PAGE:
β-Arrestin2 Regulates Cannabinoid CB1 Receptor Signaling and Adaptation in a Central Nervous System Region–Dependent Manner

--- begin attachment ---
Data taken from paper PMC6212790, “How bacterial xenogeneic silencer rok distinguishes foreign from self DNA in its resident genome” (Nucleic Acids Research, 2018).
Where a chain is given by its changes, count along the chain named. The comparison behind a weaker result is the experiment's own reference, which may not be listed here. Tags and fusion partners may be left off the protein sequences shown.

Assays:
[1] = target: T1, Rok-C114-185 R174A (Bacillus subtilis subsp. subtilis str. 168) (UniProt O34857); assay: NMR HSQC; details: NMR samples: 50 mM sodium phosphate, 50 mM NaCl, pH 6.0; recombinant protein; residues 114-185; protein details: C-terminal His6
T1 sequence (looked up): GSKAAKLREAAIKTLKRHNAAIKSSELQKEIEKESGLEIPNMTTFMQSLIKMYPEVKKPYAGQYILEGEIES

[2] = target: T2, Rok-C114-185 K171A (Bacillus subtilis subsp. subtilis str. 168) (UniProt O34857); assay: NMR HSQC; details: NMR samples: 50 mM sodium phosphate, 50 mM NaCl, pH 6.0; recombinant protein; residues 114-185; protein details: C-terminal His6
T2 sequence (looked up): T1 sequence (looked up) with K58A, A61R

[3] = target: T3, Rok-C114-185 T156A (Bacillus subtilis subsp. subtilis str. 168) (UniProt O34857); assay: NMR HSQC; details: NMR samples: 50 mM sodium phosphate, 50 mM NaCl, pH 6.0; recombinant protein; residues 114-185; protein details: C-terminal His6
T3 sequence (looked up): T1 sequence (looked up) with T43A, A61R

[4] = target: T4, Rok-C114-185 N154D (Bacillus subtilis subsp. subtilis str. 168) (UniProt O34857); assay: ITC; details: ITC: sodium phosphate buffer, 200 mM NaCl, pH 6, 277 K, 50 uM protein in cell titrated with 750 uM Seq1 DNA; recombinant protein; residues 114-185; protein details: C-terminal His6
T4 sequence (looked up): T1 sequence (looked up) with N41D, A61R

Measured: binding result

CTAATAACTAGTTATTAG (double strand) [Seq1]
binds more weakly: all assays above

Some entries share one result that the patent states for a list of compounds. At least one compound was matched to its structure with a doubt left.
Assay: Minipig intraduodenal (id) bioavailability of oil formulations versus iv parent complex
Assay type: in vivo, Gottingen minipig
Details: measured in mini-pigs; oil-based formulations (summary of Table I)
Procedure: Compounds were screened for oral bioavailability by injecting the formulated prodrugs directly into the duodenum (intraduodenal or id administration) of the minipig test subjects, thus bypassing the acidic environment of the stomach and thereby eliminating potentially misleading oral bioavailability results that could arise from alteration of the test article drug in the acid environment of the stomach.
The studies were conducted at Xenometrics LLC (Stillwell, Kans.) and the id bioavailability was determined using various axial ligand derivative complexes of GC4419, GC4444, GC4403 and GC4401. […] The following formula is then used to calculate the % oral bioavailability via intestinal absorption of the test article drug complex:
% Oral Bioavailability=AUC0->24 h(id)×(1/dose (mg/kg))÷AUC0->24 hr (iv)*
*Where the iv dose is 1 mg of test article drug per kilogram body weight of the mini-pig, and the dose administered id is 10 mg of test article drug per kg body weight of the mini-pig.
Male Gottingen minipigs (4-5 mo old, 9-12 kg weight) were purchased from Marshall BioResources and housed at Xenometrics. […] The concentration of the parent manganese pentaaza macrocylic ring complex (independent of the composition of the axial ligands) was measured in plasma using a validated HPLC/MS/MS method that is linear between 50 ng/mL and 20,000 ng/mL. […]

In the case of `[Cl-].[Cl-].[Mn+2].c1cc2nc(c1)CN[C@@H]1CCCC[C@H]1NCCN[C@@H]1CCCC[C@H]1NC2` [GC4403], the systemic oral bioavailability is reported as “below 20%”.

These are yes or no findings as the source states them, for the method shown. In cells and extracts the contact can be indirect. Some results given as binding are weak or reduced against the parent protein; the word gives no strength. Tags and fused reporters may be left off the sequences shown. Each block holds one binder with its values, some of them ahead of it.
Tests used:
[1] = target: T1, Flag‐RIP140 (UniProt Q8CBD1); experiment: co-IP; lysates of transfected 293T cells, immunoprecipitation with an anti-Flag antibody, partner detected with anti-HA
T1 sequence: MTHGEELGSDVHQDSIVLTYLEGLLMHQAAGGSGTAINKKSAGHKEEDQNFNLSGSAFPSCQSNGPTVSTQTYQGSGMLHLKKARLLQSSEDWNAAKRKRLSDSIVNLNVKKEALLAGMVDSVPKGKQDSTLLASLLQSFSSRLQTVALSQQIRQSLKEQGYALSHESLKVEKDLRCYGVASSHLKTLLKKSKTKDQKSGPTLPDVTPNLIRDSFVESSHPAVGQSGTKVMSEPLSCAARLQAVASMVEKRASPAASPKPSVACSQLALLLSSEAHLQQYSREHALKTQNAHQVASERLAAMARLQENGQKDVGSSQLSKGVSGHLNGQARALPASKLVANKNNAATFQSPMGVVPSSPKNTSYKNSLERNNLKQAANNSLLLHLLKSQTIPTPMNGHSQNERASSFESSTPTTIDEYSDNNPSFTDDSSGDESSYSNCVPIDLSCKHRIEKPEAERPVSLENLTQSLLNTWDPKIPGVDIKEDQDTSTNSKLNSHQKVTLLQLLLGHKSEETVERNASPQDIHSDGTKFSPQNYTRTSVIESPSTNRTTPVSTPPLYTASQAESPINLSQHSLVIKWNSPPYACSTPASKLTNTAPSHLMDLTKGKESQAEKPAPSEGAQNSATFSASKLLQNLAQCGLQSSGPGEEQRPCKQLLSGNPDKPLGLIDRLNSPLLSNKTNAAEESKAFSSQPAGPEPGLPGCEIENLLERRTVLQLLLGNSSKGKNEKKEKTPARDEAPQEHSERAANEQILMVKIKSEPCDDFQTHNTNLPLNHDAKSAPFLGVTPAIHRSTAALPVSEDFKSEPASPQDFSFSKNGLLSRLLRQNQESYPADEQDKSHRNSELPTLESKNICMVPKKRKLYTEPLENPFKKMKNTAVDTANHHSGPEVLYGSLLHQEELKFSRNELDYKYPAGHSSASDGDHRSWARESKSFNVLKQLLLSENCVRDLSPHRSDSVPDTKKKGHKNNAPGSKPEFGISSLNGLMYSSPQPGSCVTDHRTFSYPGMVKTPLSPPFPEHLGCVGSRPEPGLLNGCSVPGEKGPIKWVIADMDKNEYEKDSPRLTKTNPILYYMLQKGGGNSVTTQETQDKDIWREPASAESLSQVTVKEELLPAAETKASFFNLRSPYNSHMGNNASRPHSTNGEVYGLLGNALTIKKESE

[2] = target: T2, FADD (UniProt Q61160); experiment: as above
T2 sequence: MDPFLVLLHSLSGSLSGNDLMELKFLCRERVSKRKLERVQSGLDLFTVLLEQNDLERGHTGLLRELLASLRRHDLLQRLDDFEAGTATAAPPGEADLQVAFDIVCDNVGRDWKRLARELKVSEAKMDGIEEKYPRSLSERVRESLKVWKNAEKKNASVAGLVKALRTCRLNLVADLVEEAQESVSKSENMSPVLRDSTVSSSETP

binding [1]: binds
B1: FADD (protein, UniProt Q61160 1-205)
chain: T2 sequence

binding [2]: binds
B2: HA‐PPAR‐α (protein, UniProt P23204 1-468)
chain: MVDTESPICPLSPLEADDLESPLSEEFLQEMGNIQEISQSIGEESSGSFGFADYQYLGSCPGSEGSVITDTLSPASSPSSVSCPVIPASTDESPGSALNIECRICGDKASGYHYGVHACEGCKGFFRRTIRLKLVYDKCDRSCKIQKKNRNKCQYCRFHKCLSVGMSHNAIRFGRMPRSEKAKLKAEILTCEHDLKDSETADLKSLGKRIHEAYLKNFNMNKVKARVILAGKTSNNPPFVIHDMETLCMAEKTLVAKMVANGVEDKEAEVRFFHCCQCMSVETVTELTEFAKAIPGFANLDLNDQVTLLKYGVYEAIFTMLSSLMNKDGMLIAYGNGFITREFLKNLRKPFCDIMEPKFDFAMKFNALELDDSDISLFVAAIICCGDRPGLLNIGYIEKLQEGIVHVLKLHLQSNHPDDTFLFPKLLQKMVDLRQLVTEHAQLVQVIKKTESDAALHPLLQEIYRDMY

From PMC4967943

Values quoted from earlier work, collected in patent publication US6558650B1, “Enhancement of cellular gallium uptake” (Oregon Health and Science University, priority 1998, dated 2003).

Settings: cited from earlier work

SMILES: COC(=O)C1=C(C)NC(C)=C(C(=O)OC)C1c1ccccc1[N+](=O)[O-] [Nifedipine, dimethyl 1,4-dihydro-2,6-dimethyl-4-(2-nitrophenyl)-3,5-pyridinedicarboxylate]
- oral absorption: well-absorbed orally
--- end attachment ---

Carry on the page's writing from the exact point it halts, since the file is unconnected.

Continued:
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<ul><li><p> abS aRPe , DaLa</p><p>Ba ofma epenpro ecepthe</p><p>Me ia, cwil ]GTPpa</p><p>Re tivityveh -medcat reducau to THwa ra ofTH</p><p>Co te ansug obseres effede ithred</p><p>Kepa</p><p>Cenproingpamodugioconun</p><p>cycpo(7)(do</p><p>curs by G-protein-coupled receptor (GPCR) kinase (GRK)-mediated</p><p>Fro</p><p>Ad</p><p>Rec</p><p>00doy Words: Beta-arrestin, cannabinoid receptors, GPCR, statisticalrametric mapping, tolerance</p><p>B1 receptors (CB1Rs) are widely distributed in the centralnervous system (CNS) (1) and mediate the central effects of</p><p>9-tetrahydrocannabinol (THC) and cannabinoids (2). Thedocannabinoid system is implicated in numerous physiologicalcesses and is a potential therapeutic target for disorders includ-neurodegenerative and neuropsychiatric diseases and chronic</p><p>in (3). However, therapeutic use is limited by psychoactive andtor side effects.Moreover, repeated cannabinoid treatment pro-ces tolerance to cannabinoid-mediated in vivo effects (4). Re-n-specific CB1R desensitization and downregulation occur injunction with tolerance (5), but themolecular mechanisms thatderlie CB1R adaptations and tolerance are not well defined.CB1Rs primarily activate Gi/o-proteins, which regulate adenylyllases, ion channels, and kinases (6). Persistent cannabinoid ex-sure induces CB1R uncoupling from G-proteins (desensitization), with subsequent receptor internalization (8) and degradationwnregulation) (9,10). Onemechanism for these adaptations oc-</p><p>phosphorylation of activated receptors and subsequent -arrestinbinding (11). -arrestin2 is one of two arrestin isoforms in the brain(12), and findings in cell models support a role for -arrestin2 inCB1R adaptations. Coexpression of GRK3 and -arrestin2 was re-quired for rapid desensitization of CB1R-mediated potassium cur-rents following exposure to WIN55,212-2 in Xenopus oocytes (8).Similarly, expression of dominant negative -arrestin2 attenuateddesensitization ofWIN55,212-2-mediated inhibition of glutamater-gic neurotransmission in hippocampal neurons (13). Immunohisto-chemical studies show that CB1Rs are codistributed with -arres-tin2 in certain CNS regions (12,14), suggesting that -arrestin2might regulate CB1R signaling in the CNS.</p><p>Because there are no pharmacological -arrestin inhibitors,-arrestin2 knockout (arr2-KO)mice (15) provide amodel to studyits role in regulatingGPCRs in vivo (16). Acute administrationof THCto arr2-KO mice revealed enhanced sensitivity to its antinocicep-tive and hypothermic effects (17). However, direct evidence for therole of -arrestin2 in CB1R adaptations and tolerance followingrepeated THC is lacking.</p><p>We adapted statistical parametric mapping (SPM) to analyze[35S]GTPS autoradiography (18). SPMhas the advantage of assess-ing changes in G-protein activation in an unbiased and anatomi-cally inclusive manner. We applied SPM to examine the role of-arrestin2 in CB1R regulation by comparing cannabinoid-stimu-lated [35S]GTPS binding in brains from vehicle and THC-treatedarr2-KO and wild-type (WT) littermates. Combining this approachwith behavioral assessment following THC administration allowedus to compare CB1R signaling with behavioral responses observedin thearr2-KOmice.Wedemonstrate region-specific regulation of</p><p>m the Department of Pharmacology and Toxicology and Institute forDrug and Alcohol Studies (PTN, DES, LJS-S), Virginia CommonwealthUniversity, Richmond, Virginia; and Departments of Molecular Thera-peutics and Neuroscience (CLS, KMR, LMB), The Scripps Research Insti-tute, Jupiter, Florida.dress correspondence to Laura J. Sim-Selley, Ph.D., Box 980524, 1112 E.Clay Street, Richmond, VA 23298; E-mail: ljsimsel@vcu.edueived Aug 4, 2011; revised Oct 25, 2011; accepted Nov 30, 2011.</p><p>BIOL PSYCHIATRY 2012;71:71472406-3223/$36.00i:10.1016/j.biopsych.2011.11.027 2012 Society of Biological Psychiatry-Arrestin2 Regulates Cannignaling and Adaptation inegionDependent Mannerter T. Nguyen, Cullen L. Schmid, Kirsten M. Raehalura J. Sim-Selley</p><p>ckground: Cannabinoid CB1 receptors (CB1Rs) mediate the effectsrijuana. Repeated THC administration produces tolerance and dduces motor and psychoactive side effects. -arrestin2 mediates rse CB1R effects and receptor regulation is unclear.</p><p>thods: CB1R signaling and behaviors (antinociception, hypothermd-type mice after THC administration. Cannabinoid-stimulated [35Srametric mapping and region-of-interest analysis.</p><p>sults: -arrestin2 deletion increased CB1R-mediated G-protein acicle-treated mice. arr2-KO mice exhibited enhanced acute THCalepsy. After repeated THC administration, arr2-KOmice showeddal periaqueductal gray, and spinal cord and attenuated tolerances found in hypothalamus, cortex, globus pallidus, and substantia nigC-induced catalepsy was observed in arr2-KO mice.</p><p>nclusions: -arrestin2 regulation of CB1R signaling following acugest that multiple, overlapping mechanisms regulate CB1Rs. Theponses toacuteTHCanddecreased tolerance to theantinociceptivevelopment of cannabinoid drugs thatminimize CB1R interactionswuced motor suppression.inoid CB1 ReceptorCentral Nervous System</p><p>na E. Selley, Laura M. Bohn, and</p><p>9-tetrahydrocannabinol (THC), the psychoactive component indence, which limit therapeutic development. Moreover, THCtor desensitization, internalization, and signaling, but its role in</p><p>atalepsy) were assessed in -arrestin2-knockout (arr2-KO) andS and [3H]ligand autoradiography were assessed by statistical</p><p>in subregions of the cortex but did not affect CB1R binding, iniated antinociception and hypothermia, with no difference inced CB1R desensitization and/or downregulation in cerebellum,C-mediated antinociception. In contrast, greater desensitizationarr2-KO comparedwithwild-typemice. Enhanced tolerance to</p><p>d repeated THC administration was region-specific, and resultsrvations that arr2-KO mice display enhanced antinociceptivectsof thedrug, yet enhanced tolerance to catalepsy, suggest that-arrestin2might produce improved cannabinoid analgesicswith</p><p>Original text: givenname</p><p>Original text: surname</p><p>Original text: givenname</p><p>Original text: surname</p><p>Original text: givenname</p><p>Original text: surname</p><p>Original text: givenname</p><p>Original text: surname</p><p>Original text: givenname</p><p>Original text: surname</p><p>Original text: givenname</p><p>Original text: givenname</p><p>Original text: surname</p><p>Original text: surname</p></li><li><p>CB1Rs by-arrestin2 that parallel changes in THC-mediated behav-ior</p><p>Me</p><p>Mi</p><p>injethtrechintaftHe</p><p>Be</p><p>imlininjimmebo(15spiFocenimsibanCa</p><p>[35</p><p>hocongeWIbaPa(21wamoNe</p><p>[35</p><p>duCPjacact(18[3H(1)[3Hmestmeagvarho</p><p>Results</p><p>TH</p><p>trebaswitlate.09prosubmaF (5Thibeofinteacchrcurcom</p><p>indeurep treimacubeF (1act53.F (5theptiTHshi</p><p>adecomF (1tiosigtyp32.tre.00grolateHocan[gesugTHdia</p><p>-A</p><p>whsugspi</p><p>P.T. Nguyen et al. BIOL PSYCHIATRY 2012;71:714724 715and tolerance.</p><p>thods andMaterials</p><p>Detailed Methods are provided in Supplement 1.</p><p>ceMale WT and arr2-KO mice (littermates, 4 months) (15) wereected intraperitoneally with THC (10 mg/kg) or vehicle (1:1:18anol:cremaphor: .9% saline) twice daily for 6.5 days (subchronicatment). Twenty-four hours after the final injection, mice wereallengedwith increasing doses of THC (3, 7, 20, 26, and 44mg/kg,raperitoneally) every 40 min, with responses assessed 30 miner each injection. Studies followed the National Institutes ofalthGuidelines for the Care and Use of Laboratory Animals.</p><p>haviorAntinociception was assessed using the warm-water (52C) tail-mersion assay (19). Duplicate measurements determined base-e responses, but mice were assessed only once following eachection to minimize tissue damage. A trained observer assessedmobility by determining the time mice spent motionless on atal ring-stand over 5 min (20). Mice were gently restrained, anddy temperaturewasmeasuredusinga rectal probe thermometer).Micewere sacrificedbydecapitation24hours after testing. Thenal cord and brain were extracted, frozen, and stored at80C.r antinociception and catalepsy, data are presented as the per-tageof themaximumpossible effect (%MPE)100% [(exper-ental response latency basal response latency)/(maximal pos-le response basal response latency)]. Nonlinear regressionalysis was calculated using GraphPad Prism software (La Jolla,lifornia).</p><p>S]GTPS and [3H]SR141716A BindingWhole spinal cord was collected (Supplement 1), tissue wasmogenized, and agonist-stimulated [35S]GTPS binding wasducted as published (10). Concentration-effect curves were</p><p>nerated using .013 mol/L CP55,940 or .0310 mol/LN55,212-2. Percent stimulation [(agonist-stimulated basal)/sal] 100%. Curveswere fit using nonlinear regression inGraph-d Prism. [3H]SR141716A binding was performed as published) using [3H]SR141716A (.12.5 nmol/L), and nonspecific bindingsmeasuredwith 5mol/L SR141716A. Datawere fit to a one-sitedel in GraphPad Prism. Statistical comparisons used Student-wman-Keuls post hoc test.</p><p>S]GTPS and [3H]CP55,940 AutoradiographyAgonist-stimulated [35S]GTPS autoradiography was con-cted on duplicate serial sections as published (7,18). Basal and55,940-stimulated [35S]GTPS binding were conducted in ad-ent sections. CP55,940 is a high-efficacy agonist for G-proteinivation but does not activate non-CB1 sites in brain sections). Net stimulation (nCi/g) (agonist-stimulated basal).]CP55,940autoradiographywasmodified fromHerkenham et al.and Moise et al. (22). Total binding was assessed with 3 nmol/L]CP55,940 and nonspecific binding was measured using 10ol/L CP55,940. Image reconstructions, SPM, and region-of-inter-(ROI) analysis were conducted as published (18,23). The ROIasurements were made on original unprocessed images, aver-ed across hemispheres, and analyzed by two-way analysis ofiance (significance p .05) and Student-Newman-Keuls postc comparisons.C-Induced Responses inarr2-KOMiceTHC-mediated antinociception was assessed in vehicle- or THC-ated WT and arr2-KO mice by cumulative dosing of THC. Theal latencies in WT and arr2-KO mice subchronically treatedh vehiclewere 1.650 .176 and 1.625 .251, respectively. Basalncies for WT and arr2-KOmice treated with THCwere 1.4382 and 1.788 .210, respectively. Cumulative dosing of THCduced a greater degree of antinociception in arr2-KO micechronically treated with vehicle, compared with their WT litter-tes [Figure 1A; for genotype: F (1,78) 8.95, p .0037; for dose:,78)92.00,p .0001; for interaction: F (5,78)5.11,p .0004].s difference was due to a difference in potency (ED50 value)tweenWT andarr2-KOmice (Table 1). To determine the degreeantinociceptive tolerance, the ED50 of THC and 95% confidenceervals were calculated using nonlinear regression analysis ofh curve. Comparison between genotypes revealed that sub-onic THC treatment shifted the antinociceptive dose-responseve to the right to a much greater extent in WT (8.45-fold shift)pared to arr2-KO mice (1.68-fold shift; Table 1).</p><p>Cannabinoids decrease rodent motility measured as time spenta cataleptic state. Cumulative dosing of THC induced a similargree of catalepsy in vehicle-treated WT and arr2-KO mice [Fig-1B; genotype: F (1,78) 2.53, p .1159; dose: F (5,78) 65.19,.0001; interaction: F (5,78) .71, p .6193]. Subchronic THC</p><p>atment reduced the time that bothWT andarr2-KOmice spentmobile compared with vehicle-treated mice given the samete dose of THC, indicating that both WT and arr2-KO micecome tolerant to THC-mediated catalepsy [WT, treatment:,84) 18.13, p .0001; dose: F (5,84) 84.00, p .0001; inter-ion: F (5,84) 2.49, p .0376; arr2-KO, treatment: F (1,72) 27, p .0001; dose: F (5,72) 54.97, p .0001; interaction:,72) 4.91, p .0006]. Comparison of the THC-induced shift inED50 for each genotype revealed that, in contrast to antinocice-on, arr2-KO mice displayed a greater degree of tolerance toC-induced catalepsy (4.76-fold shift) than WT mice [2.12-foldft; (F (1,70) 7.873; p .01 sum of least squares F test; Table 1].THC-induced hypothermia was also assessed in WT andrr2-KO mice. Vehicle-treated arr2-KO mice displayed greatercreases in body temperature across the THC dosing regimen,pared with vehicle-treated WT mice [Figure 1C; genotype:</p><p>,78) 8.15, p .0055; dose: F (5,78) 41.96, p .0001; interac-n: F (5,78) .16, p .9775]. Subchronic THC treatment inducednificant tolerance to THC-mediated hypothermia in both geno-es [WT, treatment: F (1,84) 51.15, p .0001; dose: F (5,84) 38, p .0001; interaction: F (5,84) 13.26, p .0001; arr2-KO,atment: F (1,72) 65.02, p .0001; dose: F (5,72) 14.76, p 01; interaction: F (5,72) 6.94, p .0001]. The data for THCups did not converge, therefore ED50 values could not be calcu-d, and comparison of the degree of tolerance was not possible.wever, statistical analysis of the two curves revealed no signifi-t difference between THC-pretreated WT and arr2-KO micenotype: F (1,78) .18, p .6765]. Collectively these studiesgest region-specific CB1R regulation by -arrestin2, becauseC-induced antinociception, catalepsy, and hypothermia are me-ted by different neuronal populations in the CNS (2426).</p><p>rrestin2 Regulates CB1R Desensitization in Spinal CordThe finding that THC-mediated antinociception is enhanced,ereas development of tolerance is reduced, in arr2-KO micegests that -arrestin2 might negatively regulate CB1Rs in thenal cord because CB1Rs in this region contribute to tail-flickwww.sobp.org/journal</p></li><li><p>antbinBatypag).levCPvehbewitbintorzatCPfro(Ta</p><p>valcanciedru[35</p><p>Figtre ollowtoT onofhoc ive thpos ent [11. or prehoc t hypring s dispinte ferroF(5 HCpreffe onferdis erminp theirdis nteraBon t: F(5pre indicpro</p><p>716 BIOL PSYCHIATRY 2012;71:714724 P.T. Nguyen et al.</p><p>wwinociception (27). Therefore, cannabinoid-stimulated [35S]GTPSding was assessed in spinal cords from WT and arr2-KO mice.sal [35S]GTPS binding did not significantly differ between geno-es or treatments (WT/vehicle 215 11, WT/THC 208 18,rr2-KO/vehicle 221 20, and arr2-KO/THC 198 15 nCi/Residual THC would stimulate [35S]GTPS binding above basalels in vehicle-treated mice, thus THC washout was sufficient.55,940-mediated G-protein activity was first compared betweenicle-treated WT and arr2-KO mice and showed no differences</p><p>tween genotypes (Figure 2A, Table 2). Subchronic treatmenth THC significantly reduced CP55,940-stimulated [35S]GTPSding in WTmice, with an approximately 38% decrease in recep--mediated activity (Figure 2A, Table 2, p .001). CB1R desensiti-ion was attenuated in arr2-KO mice, where the Emax value for55,940-stimulated [35S]GTPS binding did not significantly differm its vehicle control, but differed from THC-treated WT miceble 2, p .001). Half-maximal effective concentration (EC50)</p><p>ure 1. Cumulative9-tetrahydrocannabinol (THC) doseresponse curvesatedwith either vehicle or THC (10mg/kg twice daily, intraperitoneally). (A) FHCcomparedwithWTmice in the tail-flick antinociceptive test [for interactianalysis]. FollowingTHCpretreatment,arr2-KOmice remainmore responst hoc analysis]. Both genotypes display tolerance following THC pretreatm25, p .0001, ^p .05, ^^^p .001 Bonferroni post hoc analysis.arr2-KO: fanalysis]. (B) Following vehicle treatment, arr2-KOmice display equivalentest for catalepsy [for genotype: F(1,78) 2.53, p .1159]. Both genotyperaction of dose and pretreatment:...</p></li></ul>